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So, you’re going to be on the radio…

For many people the thought of a radio interview can send shudders down the spine. Ensuring you’re well-prepared will help to soothe any nerves and result in a performance that will mean you’ll be asked back again and again.

Here’s ten key points for communicators to keep in mind when they’re asked to share their expertise on the wireless.

  1. Be on time. If the producer says they’ll call you at five-past-eight or asks you to be at the studio by seven-thirty, they mean it. Make sure you’re not on the phone when they’re calling or turn up late to the studio. If you’re late, or unavailable at the appointed time, it’s unlikely you’ll be asked back again.
  2. Use social media to promote your appearance. Your followers will appreciate it and the radio station will love it – makes sure you #tag them!
  3. Use a land-line for phone interviews if possible. Sounds old-school but there’s nothing worse than a dodgy mobile signal or a drop-out in the middle of a radio interview. And never use speaker phone – it’s annoying for the presenters and listeners.
  4. Don’t ramble. Most breakfast shows will need three to four minutes of your time. Be clear and concise with your answers and views. Current affair shows might allow you to be more discursive.
  5. Don’t make stuff up! If you don’t know the answer to a question or it’s outside your sphere of experience, say so and steer the conversation back to where you’re more comfortable. Make sure you clarify the topic with the producer before the interview if you’re unsure.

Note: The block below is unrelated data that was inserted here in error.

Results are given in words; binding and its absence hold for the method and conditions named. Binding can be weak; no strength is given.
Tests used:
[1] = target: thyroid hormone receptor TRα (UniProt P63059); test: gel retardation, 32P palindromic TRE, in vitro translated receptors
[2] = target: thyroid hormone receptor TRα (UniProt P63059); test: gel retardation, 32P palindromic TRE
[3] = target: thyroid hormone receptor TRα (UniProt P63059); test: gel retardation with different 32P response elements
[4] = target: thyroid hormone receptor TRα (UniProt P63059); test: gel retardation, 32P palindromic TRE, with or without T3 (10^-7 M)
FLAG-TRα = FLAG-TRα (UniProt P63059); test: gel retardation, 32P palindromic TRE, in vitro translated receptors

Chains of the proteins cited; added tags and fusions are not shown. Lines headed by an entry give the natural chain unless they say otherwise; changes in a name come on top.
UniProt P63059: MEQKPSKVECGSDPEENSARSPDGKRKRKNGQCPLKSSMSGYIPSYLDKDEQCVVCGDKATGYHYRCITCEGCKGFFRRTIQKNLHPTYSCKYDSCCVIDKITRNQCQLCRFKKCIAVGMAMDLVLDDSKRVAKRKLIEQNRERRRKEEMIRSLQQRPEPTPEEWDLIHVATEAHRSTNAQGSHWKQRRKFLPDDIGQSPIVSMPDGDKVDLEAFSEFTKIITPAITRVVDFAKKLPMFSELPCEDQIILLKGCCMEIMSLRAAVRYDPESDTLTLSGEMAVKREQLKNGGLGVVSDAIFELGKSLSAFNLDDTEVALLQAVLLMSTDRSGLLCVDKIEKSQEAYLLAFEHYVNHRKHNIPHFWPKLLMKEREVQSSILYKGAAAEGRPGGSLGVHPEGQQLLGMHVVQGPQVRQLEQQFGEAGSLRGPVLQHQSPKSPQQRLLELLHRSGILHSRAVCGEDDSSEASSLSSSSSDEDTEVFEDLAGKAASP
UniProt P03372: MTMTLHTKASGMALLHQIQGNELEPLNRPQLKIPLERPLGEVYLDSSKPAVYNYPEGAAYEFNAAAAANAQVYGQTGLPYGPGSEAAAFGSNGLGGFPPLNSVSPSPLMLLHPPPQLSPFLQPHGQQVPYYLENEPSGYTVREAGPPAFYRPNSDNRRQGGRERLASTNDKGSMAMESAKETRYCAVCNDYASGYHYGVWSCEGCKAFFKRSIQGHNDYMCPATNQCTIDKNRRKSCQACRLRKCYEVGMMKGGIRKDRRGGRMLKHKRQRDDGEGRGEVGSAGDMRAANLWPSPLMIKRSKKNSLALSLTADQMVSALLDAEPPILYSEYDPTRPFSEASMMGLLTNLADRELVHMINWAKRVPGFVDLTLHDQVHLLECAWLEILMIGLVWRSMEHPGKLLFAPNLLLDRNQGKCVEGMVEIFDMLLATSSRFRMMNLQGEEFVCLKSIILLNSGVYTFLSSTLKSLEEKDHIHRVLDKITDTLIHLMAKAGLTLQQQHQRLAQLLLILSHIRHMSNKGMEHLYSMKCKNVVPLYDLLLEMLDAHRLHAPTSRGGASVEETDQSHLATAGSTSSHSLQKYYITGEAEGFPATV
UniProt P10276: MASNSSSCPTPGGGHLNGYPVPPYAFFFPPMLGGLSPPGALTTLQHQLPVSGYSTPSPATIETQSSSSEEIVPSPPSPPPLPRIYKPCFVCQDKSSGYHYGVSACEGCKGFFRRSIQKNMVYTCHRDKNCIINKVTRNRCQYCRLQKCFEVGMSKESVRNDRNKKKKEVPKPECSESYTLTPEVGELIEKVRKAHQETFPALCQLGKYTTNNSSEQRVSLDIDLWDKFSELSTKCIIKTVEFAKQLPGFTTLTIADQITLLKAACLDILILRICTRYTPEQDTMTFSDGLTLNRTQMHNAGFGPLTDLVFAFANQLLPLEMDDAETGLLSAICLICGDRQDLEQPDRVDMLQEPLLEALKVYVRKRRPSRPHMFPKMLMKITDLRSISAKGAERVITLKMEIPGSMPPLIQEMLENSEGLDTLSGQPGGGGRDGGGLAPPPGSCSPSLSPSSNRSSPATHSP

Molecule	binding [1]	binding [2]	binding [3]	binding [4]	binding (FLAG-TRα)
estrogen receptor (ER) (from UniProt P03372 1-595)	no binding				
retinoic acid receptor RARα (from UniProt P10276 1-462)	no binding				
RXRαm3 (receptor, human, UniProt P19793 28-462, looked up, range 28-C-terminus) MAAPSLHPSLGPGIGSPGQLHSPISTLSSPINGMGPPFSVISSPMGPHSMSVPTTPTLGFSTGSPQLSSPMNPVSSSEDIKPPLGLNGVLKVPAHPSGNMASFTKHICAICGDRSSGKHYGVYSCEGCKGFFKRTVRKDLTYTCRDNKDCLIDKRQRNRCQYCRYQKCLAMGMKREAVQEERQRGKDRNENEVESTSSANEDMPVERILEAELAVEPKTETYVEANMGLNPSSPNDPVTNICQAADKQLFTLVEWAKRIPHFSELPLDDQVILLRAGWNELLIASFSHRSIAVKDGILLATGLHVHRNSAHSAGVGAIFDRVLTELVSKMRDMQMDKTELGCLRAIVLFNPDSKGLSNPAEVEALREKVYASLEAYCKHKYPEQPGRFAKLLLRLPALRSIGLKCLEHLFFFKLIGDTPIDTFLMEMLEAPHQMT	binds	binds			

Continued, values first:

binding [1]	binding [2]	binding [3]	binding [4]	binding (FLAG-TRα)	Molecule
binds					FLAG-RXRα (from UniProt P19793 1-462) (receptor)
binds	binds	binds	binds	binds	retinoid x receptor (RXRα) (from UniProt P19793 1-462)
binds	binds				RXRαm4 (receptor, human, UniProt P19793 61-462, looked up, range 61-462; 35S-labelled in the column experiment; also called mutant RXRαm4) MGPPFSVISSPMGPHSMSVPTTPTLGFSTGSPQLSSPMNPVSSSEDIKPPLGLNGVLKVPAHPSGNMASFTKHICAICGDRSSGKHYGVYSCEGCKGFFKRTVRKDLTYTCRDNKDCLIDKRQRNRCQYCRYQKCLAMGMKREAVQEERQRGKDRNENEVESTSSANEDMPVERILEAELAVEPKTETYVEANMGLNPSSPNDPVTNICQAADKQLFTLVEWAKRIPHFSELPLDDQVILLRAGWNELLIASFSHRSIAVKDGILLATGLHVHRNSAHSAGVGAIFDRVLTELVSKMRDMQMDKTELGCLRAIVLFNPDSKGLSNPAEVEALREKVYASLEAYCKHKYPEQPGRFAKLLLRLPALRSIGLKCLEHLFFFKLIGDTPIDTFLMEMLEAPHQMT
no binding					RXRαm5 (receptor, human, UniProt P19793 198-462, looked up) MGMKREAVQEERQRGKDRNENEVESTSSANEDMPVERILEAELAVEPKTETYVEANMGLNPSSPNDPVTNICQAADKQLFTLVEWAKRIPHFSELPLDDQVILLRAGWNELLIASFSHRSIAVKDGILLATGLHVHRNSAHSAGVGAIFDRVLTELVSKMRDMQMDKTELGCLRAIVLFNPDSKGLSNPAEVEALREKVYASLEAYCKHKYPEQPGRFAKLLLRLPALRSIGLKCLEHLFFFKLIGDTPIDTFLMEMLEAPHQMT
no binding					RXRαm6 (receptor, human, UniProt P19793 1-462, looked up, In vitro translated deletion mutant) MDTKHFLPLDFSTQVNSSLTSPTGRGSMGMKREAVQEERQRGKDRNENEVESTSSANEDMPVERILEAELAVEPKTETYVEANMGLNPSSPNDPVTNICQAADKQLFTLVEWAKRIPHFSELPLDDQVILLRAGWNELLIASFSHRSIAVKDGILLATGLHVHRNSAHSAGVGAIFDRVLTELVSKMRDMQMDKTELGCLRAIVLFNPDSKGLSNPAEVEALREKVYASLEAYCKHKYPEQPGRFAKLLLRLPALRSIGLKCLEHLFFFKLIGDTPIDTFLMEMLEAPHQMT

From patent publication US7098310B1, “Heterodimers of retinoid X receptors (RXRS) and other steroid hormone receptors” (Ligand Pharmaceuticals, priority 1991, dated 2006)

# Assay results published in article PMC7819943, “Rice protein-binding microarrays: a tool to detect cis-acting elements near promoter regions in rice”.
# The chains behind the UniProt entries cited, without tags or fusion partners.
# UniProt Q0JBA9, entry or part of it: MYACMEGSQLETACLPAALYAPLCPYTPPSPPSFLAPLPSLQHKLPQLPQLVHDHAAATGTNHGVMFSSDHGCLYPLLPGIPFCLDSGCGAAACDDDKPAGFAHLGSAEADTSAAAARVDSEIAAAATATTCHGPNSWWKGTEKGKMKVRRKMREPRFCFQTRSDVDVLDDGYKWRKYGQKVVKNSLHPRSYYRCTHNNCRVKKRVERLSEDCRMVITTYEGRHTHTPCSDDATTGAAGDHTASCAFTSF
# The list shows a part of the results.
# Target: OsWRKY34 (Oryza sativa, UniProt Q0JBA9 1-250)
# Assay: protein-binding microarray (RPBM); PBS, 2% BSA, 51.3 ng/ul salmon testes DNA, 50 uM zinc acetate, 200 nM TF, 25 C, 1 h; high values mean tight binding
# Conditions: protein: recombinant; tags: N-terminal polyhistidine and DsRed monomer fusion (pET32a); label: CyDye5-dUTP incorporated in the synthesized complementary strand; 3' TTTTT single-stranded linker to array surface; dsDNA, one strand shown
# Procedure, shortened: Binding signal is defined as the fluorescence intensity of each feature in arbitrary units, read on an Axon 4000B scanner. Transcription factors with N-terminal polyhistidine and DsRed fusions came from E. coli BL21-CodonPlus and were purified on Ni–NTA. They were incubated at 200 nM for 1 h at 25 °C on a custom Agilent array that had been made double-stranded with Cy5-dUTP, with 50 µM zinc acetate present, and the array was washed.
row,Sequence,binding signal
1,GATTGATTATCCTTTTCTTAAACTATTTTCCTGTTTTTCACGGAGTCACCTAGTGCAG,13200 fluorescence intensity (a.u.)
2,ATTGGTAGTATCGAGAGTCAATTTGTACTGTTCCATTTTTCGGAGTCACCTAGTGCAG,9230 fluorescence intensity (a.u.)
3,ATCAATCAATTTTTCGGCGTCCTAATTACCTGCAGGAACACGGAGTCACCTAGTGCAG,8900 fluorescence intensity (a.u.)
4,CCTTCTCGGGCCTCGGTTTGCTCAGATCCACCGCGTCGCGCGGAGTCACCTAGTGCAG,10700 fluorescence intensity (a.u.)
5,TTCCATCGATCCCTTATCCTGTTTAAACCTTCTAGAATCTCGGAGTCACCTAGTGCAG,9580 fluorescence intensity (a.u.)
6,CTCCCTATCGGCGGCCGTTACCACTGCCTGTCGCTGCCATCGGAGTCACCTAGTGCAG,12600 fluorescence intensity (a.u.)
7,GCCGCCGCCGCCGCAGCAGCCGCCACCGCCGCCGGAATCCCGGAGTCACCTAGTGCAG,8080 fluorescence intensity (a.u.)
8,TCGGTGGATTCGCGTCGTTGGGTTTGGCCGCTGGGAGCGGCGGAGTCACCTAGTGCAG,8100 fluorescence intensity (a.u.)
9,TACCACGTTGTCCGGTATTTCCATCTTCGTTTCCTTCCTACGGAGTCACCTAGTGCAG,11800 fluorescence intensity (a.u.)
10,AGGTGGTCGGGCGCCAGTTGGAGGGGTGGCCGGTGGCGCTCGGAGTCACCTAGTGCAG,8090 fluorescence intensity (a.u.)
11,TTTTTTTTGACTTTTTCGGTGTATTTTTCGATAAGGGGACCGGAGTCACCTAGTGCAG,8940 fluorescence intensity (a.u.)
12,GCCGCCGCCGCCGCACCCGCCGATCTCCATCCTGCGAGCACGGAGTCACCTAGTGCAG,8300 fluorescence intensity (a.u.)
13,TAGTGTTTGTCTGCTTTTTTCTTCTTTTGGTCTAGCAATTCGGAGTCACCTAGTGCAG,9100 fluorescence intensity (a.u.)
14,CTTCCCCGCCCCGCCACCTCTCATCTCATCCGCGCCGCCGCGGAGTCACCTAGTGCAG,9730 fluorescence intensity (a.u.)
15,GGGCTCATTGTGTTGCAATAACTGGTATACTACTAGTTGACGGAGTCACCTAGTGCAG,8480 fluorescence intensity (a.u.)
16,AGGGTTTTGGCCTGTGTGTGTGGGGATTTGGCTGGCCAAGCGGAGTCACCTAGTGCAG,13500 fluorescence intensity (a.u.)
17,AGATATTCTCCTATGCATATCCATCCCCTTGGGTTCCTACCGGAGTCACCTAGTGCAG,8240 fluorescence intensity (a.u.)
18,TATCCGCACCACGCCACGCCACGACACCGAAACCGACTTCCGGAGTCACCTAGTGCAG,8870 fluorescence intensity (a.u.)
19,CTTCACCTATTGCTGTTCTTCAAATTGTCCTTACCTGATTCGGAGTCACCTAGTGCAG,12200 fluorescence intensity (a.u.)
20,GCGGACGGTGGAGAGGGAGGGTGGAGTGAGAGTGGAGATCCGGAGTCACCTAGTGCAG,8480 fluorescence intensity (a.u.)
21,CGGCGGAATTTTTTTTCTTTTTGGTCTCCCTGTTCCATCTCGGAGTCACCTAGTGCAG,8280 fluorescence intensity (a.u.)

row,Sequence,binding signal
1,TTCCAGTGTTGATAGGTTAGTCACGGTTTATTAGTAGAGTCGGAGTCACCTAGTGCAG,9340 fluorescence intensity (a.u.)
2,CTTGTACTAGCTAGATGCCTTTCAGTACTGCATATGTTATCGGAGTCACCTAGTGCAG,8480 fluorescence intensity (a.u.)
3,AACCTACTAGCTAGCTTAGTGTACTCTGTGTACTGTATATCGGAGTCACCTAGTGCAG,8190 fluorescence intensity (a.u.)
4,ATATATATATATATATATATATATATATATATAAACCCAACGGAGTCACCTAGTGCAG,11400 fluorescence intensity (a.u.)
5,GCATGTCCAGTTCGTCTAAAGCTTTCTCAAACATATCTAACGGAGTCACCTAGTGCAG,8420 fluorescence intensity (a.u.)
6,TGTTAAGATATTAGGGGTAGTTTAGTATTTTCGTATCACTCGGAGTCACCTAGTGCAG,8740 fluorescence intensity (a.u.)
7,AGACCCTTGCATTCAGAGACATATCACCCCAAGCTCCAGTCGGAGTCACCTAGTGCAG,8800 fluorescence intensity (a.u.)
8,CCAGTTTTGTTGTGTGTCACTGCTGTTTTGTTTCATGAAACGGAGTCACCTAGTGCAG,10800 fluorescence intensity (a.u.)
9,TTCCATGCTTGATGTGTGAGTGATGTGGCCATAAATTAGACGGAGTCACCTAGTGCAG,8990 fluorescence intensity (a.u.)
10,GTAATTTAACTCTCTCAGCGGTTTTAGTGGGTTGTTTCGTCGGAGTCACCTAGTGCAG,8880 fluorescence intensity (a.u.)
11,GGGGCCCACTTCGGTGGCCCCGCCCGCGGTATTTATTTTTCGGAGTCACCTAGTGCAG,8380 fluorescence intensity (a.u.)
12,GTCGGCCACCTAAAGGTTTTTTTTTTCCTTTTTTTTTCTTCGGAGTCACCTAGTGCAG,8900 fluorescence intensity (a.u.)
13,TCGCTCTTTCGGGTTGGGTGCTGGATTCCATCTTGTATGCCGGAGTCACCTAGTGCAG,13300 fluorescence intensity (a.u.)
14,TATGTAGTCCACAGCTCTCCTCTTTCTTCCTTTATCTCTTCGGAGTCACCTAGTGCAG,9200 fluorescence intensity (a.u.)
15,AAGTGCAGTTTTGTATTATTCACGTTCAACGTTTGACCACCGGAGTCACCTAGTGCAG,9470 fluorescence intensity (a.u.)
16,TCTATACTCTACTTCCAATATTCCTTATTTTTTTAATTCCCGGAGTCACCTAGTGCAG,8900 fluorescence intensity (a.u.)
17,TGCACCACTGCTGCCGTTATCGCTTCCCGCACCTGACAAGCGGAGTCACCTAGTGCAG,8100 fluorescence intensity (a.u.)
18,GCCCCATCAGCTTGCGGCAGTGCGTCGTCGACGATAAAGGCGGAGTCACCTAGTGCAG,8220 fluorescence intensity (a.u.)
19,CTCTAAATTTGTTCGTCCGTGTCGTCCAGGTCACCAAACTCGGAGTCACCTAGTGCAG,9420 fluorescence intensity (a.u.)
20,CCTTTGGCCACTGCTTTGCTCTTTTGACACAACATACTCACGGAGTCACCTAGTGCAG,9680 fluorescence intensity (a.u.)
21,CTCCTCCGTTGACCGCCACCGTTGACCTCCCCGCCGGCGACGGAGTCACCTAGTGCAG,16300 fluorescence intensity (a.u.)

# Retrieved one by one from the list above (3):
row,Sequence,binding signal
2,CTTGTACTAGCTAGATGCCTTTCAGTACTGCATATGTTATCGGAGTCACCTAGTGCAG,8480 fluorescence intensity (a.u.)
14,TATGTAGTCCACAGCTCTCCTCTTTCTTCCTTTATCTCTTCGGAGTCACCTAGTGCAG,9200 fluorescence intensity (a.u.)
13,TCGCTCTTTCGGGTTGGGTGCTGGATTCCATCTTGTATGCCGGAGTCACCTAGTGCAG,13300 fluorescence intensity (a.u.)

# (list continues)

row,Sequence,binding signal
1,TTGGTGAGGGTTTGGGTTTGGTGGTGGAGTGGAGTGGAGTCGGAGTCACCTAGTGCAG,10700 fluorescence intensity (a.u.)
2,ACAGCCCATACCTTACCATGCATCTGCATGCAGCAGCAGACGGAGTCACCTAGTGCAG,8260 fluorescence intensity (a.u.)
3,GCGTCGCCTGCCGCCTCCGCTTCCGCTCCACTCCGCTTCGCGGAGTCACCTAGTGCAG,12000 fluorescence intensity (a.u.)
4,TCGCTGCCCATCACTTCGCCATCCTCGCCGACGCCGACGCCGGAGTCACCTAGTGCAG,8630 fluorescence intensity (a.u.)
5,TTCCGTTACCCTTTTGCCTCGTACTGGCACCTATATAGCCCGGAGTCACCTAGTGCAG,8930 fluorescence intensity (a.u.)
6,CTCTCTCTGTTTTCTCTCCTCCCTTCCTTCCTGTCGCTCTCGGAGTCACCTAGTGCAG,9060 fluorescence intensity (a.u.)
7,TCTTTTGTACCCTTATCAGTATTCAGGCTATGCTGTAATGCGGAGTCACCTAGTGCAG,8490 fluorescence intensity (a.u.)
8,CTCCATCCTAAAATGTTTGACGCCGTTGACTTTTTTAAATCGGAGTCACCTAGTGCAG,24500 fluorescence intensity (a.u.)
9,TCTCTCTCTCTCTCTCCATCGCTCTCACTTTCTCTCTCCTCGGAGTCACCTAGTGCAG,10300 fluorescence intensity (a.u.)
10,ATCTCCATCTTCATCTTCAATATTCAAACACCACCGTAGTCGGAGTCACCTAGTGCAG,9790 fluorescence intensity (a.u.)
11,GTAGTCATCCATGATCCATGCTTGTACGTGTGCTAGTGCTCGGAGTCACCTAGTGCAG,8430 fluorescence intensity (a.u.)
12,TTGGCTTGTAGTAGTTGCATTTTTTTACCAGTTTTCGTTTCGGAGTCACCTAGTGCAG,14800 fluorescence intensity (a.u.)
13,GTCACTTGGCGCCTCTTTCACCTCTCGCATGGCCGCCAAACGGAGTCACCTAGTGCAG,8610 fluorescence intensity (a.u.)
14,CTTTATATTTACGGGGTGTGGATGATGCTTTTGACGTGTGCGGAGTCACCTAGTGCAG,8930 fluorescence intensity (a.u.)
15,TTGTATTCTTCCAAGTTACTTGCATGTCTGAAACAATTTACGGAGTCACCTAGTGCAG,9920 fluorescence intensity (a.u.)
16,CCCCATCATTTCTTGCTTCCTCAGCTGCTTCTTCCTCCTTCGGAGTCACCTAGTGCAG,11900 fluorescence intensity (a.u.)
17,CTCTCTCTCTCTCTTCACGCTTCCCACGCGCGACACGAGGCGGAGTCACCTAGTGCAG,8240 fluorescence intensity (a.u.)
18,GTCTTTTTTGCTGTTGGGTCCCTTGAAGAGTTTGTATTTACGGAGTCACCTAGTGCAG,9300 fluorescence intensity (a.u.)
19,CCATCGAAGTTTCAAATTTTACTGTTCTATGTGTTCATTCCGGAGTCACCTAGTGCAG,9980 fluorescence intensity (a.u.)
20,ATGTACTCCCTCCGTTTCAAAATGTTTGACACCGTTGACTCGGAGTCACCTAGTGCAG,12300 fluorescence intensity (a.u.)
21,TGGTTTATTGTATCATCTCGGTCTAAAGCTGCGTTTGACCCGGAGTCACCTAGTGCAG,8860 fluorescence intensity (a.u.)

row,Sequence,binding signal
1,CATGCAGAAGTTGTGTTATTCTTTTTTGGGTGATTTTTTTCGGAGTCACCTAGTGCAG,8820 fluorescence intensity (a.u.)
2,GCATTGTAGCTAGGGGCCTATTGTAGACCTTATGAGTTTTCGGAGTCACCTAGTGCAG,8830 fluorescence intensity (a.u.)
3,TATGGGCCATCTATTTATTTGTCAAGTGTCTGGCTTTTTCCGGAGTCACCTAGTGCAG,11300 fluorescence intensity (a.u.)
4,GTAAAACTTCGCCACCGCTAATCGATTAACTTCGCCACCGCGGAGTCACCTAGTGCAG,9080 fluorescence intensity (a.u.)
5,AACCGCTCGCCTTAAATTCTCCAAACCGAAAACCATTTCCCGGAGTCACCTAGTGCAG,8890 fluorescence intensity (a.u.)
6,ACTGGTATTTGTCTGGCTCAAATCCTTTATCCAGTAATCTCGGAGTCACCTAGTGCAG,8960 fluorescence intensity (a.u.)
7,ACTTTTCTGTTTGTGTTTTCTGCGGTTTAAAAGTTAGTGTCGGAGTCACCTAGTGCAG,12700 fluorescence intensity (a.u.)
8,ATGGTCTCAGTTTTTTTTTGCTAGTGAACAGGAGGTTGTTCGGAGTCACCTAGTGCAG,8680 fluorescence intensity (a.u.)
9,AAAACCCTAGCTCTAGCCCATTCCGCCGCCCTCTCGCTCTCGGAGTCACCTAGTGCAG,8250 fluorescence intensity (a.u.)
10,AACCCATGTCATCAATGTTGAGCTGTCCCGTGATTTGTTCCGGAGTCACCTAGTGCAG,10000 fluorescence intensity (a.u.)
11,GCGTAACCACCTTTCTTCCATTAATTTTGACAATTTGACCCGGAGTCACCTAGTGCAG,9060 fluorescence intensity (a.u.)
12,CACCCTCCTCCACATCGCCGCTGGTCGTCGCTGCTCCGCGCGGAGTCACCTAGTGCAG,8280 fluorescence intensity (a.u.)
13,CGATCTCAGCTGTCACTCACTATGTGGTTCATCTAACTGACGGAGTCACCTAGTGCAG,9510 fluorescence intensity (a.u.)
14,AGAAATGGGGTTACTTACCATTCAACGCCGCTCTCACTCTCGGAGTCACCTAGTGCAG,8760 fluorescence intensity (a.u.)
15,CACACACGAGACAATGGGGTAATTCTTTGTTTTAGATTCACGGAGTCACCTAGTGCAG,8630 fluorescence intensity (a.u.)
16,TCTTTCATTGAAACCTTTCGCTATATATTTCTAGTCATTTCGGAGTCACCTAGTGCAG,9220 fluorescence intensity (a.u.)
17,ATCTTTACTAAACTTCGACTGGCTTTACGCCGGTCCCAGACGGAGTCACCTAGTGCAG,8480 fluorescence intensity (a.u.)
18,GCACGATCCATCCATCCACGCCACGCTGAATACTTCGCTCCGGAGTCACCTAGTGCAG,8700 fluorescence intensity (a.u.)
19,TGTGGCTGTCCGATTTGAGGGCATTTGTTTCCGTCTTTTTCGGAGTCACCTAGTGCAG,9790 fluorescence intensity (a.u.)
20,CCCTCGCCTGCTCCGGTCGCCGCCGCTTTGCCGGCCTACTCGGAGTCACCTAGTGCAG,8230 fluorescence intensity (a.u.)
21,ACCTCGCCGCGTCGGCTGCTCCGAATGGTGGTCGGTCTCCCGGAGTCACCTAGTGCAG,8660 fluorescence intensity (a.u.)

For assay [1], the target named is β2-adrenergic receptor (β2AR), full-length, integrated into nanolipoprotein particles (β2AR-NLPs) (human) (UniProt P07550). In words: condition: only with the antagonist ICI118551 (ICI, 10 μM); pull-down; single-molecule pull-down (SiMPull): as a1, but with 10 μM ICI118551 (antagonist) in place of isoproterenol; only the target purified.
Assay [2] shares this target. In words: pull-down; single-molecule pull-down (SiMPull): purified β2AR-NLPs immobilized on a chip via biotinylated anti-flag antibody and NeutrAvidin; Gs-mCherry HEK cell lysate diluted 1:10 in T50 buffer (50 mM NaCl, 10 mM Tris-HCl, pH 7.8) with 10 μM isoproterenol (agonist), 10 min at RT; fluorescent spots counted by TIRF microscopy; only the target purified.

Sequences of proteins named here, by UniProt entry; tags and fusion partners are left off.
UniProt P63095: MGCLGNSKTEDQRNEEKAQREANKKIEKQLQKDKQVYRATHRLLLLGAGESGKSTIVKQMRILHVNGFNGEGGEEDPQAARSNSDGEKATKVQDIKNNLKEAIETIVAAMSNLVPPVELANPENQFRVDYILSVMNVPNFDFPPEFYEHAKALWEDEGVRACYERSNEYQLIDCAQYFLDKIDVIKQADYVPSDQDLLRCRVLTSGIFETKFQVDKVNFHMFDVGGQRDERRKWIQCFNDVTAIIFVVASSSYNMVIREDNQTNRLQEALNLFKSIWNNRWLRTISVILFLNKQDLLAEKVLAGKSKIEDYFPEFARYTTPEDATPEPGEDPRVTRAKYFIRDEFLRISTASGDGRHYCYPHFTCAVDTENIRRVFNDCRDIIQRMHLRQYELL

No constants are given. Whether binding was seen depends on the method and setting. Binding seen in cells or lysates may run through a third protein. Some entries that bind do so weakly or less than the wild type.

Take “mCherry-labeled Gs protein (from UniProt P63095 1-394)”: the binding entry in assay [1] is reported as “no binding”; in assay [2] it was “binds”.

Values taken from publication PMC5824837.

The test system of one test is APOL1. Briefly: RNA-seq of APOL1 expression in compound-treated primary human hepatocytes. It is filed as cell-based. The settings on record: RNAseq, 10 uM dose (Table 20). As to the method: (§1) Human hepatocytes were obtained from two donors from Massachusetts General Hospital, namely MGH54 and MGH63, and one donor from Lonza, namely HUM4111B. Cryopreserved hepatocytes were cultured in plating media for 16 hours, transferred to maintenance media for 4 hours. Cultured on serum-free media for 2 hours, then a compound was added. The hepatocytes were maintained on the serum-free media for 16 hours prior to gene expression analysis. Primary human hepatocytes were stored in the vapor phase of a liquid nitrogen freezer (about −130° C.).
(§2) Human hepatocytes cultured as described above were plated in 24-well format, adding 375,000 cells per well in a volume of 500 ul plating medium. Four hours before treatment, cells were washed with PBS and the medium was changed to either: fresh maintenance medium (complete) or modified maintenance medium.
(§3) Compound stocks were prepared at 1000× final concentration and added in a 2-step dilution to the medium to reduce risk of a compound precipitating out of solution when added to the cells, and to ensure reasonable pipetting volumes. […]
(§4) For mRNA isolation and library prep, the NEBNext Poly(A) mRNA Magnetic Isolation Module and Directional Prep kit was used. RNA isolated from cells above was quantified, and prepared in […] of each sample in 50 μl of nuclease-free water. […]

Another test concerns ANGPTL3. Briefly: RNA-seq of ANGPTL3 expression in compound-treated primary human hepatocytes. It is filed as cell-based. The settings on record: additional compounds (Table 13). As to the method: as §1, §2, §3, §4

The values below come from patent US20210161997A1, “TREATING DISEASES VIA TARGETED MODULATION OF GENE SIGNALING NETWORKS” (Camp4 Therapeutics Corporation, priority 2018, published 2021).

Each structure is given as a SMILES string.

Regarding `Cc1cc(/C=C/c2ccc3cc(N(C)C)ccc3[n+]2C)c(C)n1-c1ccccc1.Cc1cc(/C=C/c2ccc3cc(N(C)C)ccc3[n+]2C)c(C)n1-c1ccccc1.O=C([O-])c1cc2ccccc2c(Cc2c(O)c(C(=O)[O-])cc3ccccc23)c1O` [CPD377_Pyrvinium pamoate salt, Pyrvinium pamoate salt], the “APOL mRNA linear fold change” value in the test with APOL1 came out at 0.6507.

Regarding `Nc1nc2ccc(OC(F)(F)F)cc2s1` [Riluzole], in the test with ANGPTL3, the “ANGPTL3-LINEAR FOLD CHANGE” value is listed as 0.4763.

6. Show some personality. Producers and presenters are looking for good talent – guests that are colourless, humourless or overly cautious won’t rate too highly with them. Show some humour, have an opinion and be at your most engaging.
  7. Be prepared. If you’ve been asked to comment on a news story, make sure you read it ahead of time. If you need statistics or figures, have them in front of you.
  8. Use first names. Address the host/s by their first name – this will stroke their egos and put them at ease.
  9. Seek feedback. Call or email the producer after the show. Ask how you went and be prepared to take constructive criticism on the chin.
  10. Relax and enjoy the process. Be comfortable in the knowledge that you’re an expert in your field and you’ve been specially sought to share your wisdom.

John Solvander is the Director of Media Engagement at Media Stable and a 20 year veteran radio Program Director.

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